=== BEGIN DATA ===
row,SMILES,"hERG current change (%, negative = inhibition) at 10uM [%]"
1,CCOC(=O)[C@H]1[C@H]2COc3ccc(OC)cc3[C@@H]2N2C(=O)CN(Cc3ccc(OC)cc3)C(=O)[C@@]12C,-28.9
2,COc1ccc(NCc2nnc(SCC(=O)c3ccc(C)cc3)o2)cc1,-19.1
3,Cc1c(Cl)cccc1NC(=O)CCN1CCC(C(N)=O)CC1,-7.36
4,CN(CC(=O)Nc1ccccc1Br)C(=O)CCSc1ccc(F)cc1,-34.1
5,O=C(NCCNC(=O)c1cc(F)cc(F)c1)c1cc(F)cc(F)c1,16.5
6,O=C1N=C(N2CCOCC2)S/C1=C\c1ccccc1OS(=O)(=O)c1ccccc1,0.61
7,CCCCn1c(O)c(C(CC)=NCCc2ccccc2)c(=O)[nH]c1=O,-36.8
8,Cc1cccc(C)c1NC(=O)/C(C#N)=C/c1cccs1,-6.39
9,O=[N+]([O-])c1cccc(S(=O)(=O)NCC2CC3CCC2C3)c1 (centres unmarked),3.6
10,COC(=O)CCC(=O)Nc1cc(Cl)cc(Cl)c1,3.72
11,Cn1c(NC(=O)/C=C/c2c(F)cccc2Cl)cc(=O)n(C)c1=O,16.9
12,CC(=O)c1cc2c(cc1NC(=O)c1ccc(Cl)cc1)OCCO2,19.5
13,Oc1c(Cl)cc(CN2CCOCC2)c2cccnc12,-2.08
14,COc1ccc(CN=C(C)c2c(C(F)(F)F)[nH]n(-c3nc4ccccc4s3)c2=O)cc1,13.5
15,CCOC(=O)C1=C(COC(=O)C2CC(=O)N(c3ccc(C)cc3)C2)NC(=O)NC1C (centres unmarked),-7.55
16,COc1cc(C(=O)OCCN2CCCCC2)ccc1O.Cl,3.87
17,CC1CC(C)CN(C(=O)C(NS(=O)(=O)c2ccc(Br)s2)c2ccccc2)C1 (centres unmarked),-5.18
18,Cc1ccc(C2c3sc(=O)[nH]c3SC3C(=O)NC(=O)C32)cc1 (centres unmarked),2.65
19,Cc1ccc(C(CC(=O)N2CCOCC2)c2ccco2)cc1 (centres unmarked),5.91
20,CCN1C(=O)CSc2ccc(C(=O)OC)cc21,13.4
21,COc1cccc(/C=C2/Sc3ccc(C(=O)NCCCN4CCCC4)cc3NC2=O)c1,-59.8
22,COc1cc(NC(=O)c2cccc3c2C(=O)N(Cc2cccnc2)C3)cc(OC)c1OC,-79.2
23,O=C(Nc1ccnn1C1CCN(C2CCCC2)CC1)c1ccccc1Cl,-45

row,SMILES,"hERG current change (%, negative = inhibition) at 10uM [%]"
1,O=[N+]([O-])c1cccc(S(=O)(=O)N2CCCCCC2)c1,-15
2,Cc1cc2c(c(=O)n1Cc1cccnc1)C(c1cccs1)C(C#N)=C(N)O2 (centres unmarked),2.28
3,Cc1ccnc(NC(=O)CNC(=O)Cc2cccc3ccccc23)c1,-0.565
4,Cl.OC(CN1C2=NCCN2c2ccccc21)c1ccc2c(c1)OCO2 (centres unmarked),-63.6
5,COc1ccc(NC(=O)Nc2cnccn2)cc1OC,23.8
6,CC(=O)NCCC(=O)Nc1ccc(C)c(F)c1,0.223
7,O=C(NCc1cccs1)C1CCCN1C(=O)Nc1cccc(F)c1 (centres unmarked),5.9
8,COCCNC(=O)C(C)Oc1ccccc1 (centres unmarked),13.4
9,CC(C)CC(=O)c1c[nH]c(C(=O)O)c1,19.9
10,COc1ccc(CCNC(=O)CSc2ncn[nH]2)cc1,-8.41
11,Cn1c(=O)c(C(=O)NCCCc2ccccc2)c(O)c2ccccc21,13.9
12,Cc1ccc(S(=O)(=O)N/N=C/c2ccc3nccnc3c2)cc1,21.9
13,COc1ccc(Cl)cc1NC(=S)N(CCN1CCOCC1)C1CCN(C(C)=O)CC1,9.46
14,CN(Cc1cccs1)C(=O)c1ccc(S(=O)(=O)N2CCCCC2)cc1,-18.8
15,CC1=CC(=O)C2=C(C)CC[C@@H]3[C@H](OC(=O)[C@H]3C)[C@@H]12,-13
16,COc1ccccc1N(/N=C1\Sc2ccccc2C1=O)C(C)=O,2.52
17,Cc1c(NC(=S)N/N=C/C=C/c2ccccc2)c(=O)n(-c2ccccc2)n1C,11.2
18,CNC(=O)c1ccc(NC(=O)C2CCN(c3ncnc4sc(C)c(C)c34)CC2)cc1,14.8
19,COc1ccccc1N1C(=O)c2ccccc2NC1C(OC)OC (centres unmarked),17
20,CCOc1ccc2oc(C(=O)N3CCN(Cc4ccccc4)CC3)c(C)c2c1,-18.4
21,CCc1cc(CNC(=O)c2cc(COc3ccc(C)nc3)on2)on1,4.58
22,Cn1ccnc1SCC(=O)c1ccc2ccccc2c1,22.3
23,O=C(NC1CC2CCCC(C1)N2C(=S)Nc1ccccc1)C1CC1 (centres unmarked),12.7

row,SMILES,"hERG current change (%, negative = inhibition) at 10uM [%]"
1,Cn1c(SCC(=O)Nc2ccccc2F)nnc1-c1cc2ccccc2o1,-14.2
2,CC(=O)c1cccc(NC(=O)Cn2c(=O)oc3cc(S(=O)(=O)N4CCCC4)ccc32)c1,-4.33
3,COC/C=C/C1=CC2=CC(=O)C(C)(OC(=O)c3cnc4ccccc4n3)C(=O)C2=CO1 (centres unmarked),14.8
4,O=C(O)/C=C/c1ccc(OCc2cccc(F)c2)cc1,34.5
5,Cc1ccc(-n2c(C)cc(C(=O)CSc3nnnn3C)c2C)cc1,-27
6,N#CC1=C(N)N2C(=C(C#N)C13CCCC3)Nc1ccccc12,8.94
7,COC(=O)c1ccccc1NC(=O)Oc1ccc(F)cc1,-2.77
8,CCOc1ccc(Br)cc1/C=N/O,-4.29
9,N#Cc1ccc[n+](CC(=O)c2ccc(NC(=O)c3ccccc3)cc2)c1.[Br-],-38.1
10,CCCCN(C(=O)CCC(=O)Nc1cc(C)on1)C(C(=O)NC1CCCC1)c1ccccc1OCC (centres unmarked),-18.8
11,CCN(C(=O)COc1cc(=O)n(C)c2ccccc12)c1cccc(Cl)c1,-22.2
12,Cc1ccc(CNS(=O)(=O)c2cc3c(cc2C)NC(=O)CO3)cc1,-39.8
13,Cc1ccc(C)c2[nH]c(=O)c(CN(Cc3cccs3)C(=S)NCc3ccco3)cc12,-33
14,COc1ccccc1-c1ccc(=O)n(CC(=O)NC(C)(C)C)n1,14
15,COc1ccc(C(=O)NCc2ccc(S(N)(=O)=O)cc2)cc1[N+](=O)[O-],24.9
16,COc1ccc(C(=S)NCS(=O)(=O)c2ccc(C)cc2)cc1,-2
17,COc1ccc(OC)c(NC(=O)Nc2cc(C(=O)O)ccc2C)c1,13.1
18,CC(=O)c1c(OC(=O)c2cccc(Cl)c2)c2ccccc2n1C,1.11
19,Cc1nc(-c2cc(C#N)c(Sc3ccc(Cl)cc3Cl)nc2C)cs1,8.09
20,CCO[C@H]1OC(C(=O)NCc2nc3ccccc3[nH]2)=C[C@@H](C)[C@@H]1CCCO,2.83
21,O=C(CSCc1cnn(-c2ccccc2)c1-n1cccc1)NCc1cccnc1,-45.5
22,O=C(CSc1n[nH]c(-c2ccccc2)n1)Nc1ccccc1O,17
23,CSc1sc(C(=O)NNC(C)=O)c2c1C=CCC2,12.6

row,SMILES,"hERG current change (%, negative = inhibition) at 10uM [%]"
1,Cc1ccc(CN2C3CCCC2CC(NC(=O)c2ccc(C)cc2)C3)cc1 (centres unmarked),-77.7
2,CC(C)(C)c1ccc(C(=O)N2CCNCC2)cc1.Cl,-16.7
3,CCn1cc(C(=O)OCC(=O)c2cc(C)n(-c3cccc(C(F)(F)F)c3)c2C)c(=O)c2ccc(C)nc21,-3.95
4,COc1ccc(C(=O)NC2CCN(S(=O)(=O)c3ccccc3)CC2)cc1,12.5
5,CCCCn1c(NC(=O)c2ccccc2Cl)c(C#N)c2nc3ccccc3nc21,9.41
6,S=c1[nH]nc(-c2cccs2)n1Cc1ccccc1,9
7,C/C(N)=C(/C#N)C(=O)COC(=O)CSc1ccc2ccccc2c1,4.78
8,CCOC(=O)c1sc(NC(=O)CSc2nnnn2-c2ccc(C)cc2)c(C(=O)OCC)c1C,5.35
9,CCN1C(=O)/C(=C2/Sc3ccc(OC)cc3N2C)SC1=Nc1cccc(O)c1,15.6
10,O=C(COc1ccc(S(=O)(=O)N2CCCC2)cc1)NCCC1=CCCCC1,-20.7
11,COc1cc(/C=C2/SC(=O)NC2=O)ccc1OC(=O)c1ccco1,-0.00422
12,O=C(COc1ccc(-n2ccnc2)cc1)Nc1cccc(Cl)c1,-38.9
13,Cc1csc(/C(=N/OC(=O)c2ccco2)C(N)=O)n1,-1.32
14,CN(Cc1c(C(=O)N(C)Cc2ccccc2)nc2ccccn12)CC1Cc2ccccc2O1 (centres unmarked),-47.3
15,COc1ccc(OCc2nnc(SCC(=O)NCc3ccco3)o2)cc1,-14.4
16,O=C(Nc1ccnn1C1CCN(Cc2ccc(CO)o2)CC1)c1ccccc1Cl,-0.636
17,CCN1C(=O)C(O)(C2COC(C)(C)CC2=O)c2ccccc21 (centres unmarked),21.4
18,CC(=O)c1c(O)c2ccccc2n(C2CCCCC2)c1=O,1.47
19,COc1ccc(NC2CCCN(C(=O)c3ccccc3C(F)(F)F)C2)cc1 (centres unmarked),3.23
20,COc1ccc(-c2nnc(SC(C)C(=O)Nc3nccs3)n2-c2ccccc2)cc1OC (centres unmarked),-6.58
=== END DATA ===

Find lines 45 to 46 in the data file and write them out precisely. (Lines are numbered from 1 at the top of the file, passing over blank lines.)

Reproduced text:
20,CCOc1ccc2oc(C(=O)N3CCN(Cc4ccccc4)CC3)c(C)c2c1,-18.4
21,CCc1cc(CNC(=O)c2cc(COc3ccc(C)nc3)on2)on1,4.58